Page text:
Assistant Keeper, South Asian and Far-eastern Numismatics and Paper Money Collections
Indian Numismatics and Monetary History is my key area of research. My contributions span a wide chronological range, from c.500BC- the present, although the areas I am more interested in are Ancient India (c.500BC-AD500) and pre-Modern India (c.AD1500-1900). I contextualize coins into wider historical themes involving ecomonic, social, political and religious histories. Currently, I am working on the complex subject of unofficial copper coinages in pre-Modern India, a topic which I find tremendously significant yet overlooked. Produced at the cusp of industrial and pre-industrial monetary production, circulating widely across the Indian subcontinent, and consumed chiefly for mall value monetary transactions, these copper coins constitute one of the main fulcrums of our understanding of the role of monetary exchange media in complicated historical processes like Colonization. My most recent research contributions include varied topics such as a study of plants and foliate motifs on Indian coins, a reappraisal of indigenous coinage in Gandhara, the coins of Satavahana and other dynasties in the river basin regions of Andhra Pradesh, numismatic reflections of Shahjahan’s campaign in Central Asia and prize-medals of the Parsi community of Mumbai. I regularly contribute to journals such as the Numismatic Digest and the Journal of the Oriental Numismatic Society. One of my long-term research goals is to write a three-volume history of the Rupee. In the next year or two, I am exploring possibilities of starting a project on exploring the coinage of the Huns as a source for cultural and religious history of the Indo-Iranian borderlands. As part of my job as a museum curator I am also actively interested in presenting coins as an engaging visual source for understanding the Past.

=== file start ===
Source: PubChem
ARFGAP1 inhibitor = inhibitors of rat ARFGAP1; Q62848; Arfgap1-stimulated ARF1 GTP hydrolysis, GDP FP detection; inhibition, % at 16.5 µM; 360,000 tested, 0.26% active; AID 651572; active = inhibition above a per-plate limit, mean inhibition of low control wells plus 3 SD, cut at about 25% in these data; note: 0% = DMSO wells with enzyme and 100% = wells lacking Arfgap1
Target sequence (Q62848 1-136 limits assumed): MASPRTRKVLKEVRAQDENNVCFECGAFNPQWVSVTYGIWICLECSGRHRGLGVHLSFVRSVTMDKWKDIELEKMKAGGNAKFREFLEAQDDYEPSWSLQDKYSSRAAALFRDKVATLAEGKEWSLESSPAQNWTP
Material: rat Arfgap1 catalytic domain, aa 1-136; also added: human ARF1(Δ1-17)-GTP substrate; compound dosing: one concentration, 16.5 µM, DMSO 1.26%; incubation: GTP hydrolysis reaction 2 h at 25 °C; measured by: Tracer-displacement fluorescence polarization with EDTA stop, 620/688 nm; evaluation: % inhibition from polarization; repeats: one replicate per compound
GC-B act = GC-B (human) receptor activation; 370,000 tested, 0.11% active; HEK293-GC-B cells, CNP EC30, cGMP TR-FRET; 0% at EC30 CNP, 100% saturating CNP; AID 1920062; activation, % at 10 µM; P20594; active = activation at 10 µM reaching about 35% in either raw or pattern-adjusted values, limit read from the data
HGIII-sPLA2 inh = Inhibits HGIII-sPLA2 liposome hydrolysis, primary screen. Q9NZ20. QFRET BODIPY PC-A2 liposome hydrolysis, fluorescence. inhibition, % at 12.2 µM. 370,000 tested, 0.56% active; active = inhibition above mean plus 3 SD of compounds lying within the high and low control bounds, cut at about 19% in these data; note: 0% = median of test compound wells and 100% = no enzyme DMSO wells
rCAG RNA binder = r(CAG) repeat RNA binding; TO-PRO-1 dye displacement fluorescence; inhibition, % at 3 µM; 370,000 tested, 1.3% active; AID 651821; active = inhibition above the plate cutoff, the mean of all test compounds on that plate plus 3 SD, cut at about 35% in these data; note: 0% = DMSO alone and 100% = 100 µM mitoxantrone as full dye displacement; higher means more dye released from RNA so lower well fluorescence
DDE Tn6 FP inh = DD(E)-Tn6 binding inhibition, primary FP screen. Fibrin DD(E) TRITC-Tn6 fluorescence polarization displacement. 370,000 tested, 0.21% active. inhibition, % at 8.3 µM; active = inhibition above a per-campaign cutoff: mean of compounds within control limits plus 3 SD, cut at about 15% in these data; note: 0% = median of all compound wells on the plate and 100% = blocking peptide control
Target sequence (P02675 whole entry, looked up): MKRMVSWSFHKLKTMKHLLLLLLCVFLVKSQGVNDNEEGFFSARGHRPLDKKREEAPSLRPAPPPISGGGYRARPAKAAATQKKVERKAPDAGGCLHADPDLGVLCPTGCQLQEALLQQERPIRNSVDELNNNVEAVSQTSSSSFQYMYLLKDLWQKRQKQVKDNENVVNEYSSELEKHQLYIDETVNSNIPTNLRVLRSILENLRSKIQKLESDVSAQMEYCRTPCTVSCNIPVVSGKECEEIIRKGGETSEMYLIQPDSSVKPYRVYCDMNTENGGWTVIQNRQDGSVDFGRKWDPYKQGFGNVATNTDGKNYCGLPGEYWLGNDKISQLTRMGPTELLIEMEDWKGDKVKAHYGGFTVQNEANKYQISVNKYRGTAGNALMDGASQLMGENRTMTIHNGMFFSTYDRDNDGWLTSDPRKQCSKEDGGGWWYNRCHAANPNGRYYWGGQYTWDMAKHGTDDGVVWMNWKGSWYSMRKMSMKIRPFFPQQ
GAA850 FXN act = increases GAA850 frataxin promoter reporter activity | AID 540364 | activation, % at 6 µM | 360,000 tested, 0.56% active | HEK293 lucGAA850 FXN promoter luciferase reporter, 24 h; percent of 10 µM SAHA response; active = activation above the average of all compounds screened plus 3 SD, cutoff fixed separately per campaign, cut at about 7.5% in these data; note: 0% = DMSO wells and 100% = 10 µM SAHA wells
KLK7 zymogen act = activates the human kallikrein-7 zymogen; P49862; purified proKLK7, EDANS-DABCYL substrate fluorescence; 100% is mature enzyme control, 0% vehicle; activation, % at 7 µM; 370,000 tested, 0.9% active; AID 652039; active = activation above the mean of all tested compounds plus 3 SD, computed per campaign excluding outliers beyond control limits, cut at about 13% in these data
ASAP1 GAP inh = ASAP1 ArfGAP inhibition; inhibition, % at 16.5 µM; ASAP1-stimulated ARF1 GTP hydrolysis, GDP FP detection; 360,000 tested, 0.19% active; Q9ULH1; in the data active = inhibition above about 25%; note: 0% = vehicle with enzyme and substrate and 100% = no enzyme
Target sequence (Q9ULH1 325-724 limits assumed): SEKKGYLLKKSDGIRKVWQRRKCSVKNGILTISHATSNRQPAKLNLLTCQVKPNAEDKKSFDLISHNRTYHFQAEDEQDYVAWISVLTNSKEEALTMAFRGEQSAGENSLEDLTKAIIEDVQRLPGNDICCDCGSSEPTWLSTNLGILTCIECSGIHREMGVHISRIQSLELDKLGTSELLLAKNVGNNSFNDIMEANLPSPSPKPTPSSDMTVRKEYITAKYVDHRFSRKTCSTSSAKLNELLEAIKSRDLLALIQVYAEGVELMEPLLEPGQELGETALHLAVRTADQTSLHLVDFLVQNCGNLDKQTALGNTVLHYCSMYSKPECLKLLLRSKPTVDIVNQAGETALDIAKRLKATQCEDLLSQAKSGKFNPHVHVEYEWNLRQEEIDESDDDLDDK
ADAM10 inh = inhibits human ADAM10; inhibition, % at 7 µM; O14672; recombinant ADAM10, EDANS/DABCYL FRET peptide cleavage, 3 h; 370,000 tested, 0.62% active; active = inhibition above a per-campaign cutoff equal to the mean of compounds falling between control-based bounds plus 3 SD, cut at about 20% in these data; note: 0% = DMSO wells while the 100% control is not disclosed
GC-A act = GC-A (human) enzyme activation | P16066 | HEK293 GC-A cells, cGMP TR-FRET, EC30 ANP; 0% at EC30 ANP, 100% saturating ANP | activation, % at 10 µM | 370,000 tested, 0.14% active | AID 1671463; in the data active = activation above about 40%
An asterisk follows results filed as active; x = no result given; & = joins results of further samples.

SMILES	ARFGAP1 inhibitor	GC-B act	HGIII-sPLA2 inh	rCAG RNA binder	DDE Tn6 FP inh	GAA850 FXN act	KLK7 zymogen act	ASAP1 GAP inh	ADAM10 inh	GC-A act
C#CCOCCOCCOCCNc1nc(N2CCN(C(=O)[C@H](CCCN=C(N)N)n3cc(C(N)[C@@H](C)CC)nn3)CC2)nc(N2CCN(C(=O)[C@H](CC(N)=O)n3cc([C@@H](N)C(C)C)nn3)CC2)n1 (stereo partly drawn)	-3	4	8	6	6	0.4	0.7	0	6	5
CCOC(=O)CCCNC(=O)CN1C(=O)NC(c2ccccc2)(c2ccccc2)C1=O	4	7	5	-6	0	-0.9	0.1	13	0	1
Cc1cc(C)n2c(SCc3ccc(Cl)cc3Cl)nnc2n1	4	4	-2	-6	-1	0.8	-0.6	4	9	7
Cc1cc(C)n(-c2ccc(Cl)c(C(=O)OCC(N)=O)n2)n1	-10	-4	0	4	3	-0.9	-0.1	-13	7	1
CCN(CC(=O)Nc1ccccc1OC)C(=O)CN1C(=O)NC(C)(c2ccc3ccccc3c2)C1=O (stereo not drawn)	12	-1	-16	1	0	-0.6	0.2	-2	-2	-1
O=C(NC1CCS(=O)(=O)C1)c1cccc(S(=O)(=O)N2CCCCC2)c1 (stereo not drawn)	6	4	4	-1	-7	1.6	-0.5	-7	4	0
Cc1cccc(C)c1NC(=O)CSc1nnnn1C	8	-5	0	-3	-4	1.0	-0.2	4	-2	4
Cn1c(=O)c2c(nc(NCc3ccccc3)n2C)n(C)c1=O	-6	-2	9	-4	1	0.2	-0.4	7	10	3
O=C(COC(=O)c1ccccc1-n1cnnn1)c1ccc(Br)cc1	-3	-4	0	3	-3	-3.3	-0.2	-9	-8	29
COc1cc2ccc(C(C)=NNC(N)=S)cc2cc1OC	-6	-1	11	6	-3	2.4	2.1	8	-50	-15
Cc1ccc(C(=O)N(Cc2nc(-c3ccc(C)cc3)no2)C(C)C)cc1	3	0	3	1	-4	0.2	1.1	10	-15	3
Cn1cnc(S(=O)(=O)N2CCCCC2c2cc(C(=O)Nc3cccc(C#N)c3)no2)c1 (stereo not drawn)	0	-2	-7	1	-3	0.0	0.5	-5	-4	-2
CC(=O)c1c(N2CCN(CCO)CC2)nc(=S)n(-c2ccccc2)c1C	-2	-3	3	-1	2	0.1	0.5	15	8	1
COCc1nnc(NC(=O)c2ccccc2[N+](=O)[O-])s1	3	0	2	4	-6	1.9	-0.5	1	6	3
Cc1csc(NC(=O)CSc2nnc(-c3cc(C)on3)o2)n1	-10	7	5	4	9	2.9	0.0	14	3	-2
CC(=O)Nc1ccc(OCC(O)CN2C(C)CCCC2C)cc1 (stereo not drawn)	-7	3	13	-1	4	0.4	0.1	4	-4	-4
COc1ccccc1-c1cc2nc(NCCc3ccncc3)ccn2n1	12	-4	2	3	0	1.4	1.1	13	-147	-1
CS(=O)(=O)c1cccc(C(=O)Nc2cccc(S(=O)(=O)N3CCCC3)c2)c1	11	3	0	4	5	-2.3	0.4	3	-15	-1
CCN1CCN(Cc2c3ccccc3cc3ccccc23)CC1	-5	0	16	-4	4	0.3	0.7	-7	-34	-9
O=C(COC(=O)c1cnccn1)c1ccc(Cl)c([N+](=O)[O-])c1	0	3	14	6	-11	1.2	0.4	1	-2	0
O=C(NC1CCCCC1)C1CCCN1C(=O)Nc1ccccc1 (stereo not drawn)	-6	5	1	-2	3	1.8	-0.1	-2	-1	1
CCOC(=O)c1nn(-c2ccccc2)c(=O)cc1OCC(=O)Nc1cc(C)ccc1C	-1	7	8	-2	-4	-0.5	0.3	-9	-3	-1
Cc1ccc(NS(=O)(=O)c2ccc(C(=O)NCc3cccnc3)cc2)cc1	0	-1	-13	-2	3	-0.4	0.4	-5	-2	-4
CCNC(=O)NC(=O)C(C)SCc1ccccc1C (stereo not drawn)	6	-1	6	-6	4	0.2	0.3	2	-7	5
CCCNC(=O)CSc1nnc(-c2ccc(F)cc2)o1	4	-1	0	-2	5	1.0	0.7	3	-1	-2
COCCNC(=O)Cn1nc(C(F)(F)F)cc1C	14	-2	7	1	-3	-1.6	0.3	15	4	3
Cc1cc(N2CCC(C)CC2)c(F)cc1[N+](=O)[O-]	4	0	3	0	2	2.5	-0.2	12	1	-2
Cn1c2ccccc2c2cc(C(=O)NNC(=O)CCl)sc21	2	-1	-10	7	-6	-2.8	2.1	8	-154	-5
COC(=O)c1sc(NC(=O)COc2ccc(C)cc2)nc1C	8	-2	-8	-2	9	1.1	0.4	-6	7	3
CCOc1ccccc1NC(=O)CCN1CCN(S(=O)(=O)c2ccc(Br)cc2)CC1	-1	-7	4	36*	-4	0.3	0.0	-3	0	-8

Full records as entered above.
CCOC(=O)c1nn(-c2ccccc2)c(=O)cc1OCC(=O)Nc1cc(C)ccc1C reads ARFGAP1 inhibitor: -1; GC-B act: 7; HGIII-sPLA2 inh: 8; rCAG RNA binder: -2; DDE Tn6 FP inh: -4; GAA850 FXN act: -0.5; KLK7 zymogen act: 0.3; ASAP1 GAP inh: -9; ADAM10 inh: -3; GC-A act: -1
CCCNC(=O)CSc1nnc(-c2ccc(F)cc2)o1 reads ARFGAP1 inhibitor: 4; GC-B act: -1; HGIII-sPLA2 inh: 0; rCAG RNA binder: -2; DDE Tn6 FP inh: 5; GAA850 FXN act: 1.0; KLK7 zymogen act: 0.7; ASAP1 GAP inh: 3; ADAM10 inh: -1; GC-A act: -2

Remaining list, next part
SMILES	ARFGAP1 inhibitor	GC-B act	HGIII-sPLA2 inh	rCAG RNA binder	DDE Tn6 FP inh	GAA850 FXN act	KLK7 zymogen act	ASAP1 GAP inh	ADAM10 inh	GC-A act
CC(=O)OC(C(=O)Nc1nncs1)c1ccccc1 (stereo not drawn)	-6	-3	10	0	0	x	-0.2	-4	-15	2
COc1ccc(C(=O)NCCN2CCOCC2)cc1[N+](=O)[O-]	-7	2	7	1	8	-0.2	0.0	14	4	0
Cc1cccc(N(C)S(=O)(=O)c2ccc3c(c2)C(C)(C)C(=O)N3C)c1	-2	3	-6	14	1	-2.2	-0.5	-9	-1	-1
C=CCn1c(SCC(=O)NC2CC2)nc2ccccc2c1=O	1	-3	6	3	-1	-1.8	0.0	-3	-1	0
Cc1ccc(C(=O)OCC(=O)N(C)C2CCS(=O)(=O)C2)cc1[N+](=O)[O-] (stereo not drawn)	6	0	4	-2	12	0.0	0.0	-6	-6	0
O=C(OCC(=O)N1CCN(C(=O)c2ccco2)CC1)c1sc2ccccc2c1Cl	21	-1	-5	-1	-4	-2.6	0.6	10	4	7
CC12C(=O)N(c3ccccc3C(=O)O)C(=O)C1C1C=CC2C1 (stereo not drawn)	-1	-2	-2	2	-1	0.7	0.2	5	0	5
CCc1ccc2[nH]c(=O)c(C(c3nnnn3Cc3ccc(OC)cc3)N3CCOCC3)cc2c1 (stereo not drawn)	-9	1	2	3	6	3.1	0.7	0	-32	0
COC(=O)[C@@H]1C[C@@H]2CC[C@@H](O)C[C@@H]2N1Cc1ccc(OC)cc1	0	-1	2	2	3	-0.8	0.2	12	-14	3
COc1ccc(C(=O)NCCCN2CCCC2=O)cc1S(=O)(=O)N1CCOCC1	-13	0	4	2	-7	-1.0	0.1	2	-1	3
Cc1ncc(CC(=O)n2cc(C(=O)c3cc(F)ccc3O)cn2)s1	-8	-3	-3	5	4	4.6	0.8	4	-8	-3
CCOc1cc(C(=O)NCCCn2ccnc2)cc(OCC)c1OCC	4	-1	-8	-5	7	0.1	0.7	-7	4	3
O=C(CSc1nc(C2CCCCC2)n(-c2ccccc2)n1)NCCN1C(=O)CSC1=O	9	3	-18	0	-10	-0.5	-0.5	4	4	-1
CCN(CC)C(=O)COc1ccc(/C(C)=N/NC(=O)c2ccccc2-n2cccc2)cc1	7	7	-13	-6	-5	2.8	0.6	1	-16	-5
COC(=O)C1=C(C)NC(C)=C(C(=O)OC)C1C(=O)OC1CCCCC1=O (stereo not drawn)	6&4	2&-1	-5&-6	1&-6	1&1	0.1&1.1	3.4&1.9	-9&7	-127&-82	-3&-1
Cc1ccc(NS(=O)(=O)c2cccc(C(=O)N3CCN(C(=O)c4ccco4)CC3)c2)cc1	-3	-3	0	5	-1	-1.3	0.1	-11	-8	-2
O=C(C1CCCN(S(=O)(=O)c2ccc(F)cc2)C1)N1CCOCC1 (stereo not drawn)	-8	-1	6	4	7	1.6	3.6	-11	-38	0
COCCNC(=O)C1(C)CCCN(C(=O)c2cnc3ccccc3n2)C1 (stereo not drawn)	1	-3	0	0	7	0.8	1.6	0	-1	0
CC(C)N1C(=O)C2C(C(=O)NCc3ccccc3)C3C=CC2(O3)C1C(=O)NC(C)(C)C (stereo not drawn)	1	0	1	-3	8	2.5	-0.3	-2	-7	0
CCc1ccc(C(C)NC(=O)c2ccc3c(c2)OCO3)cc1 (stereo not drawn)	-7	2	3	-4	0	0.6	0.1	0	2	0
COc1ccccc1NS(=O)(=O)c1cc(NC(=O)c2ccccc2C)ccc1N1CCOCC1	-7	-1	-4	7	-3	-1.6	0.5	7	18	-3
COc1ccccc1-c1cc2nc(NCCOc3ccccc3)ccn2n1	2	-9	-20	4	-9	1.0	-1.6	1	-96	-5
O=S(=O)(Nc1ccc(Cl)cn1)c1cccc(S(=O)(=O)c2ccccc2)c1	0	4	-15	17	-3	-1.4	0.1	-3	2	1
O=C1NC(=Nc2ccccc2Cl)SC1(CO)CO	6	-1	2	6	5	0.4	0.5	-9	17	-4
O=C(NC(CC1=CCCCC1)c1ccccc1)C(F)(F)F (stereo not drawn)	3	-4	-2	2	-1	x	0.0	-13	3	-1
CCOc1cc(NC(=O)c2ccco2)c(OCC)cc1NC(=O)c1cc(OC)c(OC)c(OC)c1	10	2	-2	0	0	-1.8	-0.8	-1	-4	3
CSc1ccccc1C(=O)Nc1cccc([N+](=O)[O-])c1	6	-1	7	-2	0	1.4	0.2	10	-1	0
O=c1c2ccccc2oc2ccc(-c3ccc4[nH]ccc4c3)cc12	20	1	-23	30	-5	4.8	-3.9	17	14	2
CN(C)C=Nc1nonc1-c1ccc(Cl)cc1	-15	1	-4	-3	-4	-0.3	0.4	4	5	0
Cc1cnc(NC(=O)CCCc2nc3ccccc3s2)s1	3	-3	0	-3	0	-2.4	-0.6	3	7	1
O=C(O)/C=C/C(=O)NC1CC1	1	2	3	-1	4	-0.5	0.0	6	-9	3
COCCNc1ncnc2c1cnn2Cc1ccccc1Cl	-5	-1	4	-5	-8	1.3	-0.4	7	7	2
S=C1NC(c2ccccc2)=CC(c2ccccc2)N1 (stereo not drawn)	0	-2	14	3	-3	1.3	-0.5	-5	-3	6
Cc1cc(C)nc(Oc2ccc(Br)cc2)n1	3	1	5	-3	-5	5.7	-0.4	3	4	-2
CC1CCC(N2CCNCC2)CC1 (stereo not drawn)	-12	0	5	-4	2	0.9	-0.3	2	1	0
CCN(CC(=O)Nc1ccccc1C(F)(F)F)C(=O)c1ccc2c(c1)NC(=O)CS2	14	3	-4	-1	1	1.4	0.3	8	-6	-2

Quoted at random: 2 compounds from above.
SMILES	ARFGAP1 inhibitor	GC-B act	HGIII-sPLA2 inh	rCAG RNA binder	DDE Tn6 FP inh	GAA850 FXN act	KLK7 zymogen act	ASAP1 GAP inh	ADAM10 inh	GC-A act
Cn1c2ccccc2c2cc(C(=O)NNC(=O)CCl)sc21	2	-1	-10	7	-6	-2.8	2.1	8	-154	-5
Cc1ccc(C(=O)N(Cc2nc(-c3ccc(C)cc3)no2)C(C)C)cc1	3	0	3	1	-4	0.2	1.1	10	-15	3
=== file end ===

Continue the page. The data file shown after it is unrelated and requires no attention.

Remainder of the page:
Shailendra Bhandare is Assistant Keeper, South Asian and Far-eastern Numismatics and Paper Money Collections, a Fellow of St Cross College and a member of Faculty of Oriental Studies. He started his career as a Numismatist with a visiting fellowship at the Fitzwilliam Museum, University of Cambridge. He was then appointed as a post-doctoral fellow of the Society for South Asian Studies, and worked as a curator in the British Museum on the coins of Later Mughals and the Indian Princely States. He was appointed as curator of coins in the Ashmolean Museum in 2002.
He was born and brought in Mumbai, India where he received his first degree in Pharmaceutical Sciences. He holds a Masters degree in History and a Doctorate in Ancient Indian Culture awarded by the University of Mumbai.
2016 Money and the Monuments: Coins of the Sada dynasty in the Coastal Andhra Region in Amaravati: The Art of an Early Buddhist Monument in Context, eds. Akira Shimada and Michael Willis, The British Museum Research Publication 207
2015 Space for Change: Evaluating the 'Paucity of Metallic Currency' in Medieval India in Negotiating Cultural Identity: Landscapes in Early Medieval South Asian History, ed. Himanshu P Ray, Routledge
2005-2006 Political Transition in Early 5th Century Gujarat: a Numismatic Reappraisal Based on Silver Issues of the Western Kshatrapas, the Guptas and their Contemporaries in Numismatic Digest, vol.29-30, p.69-109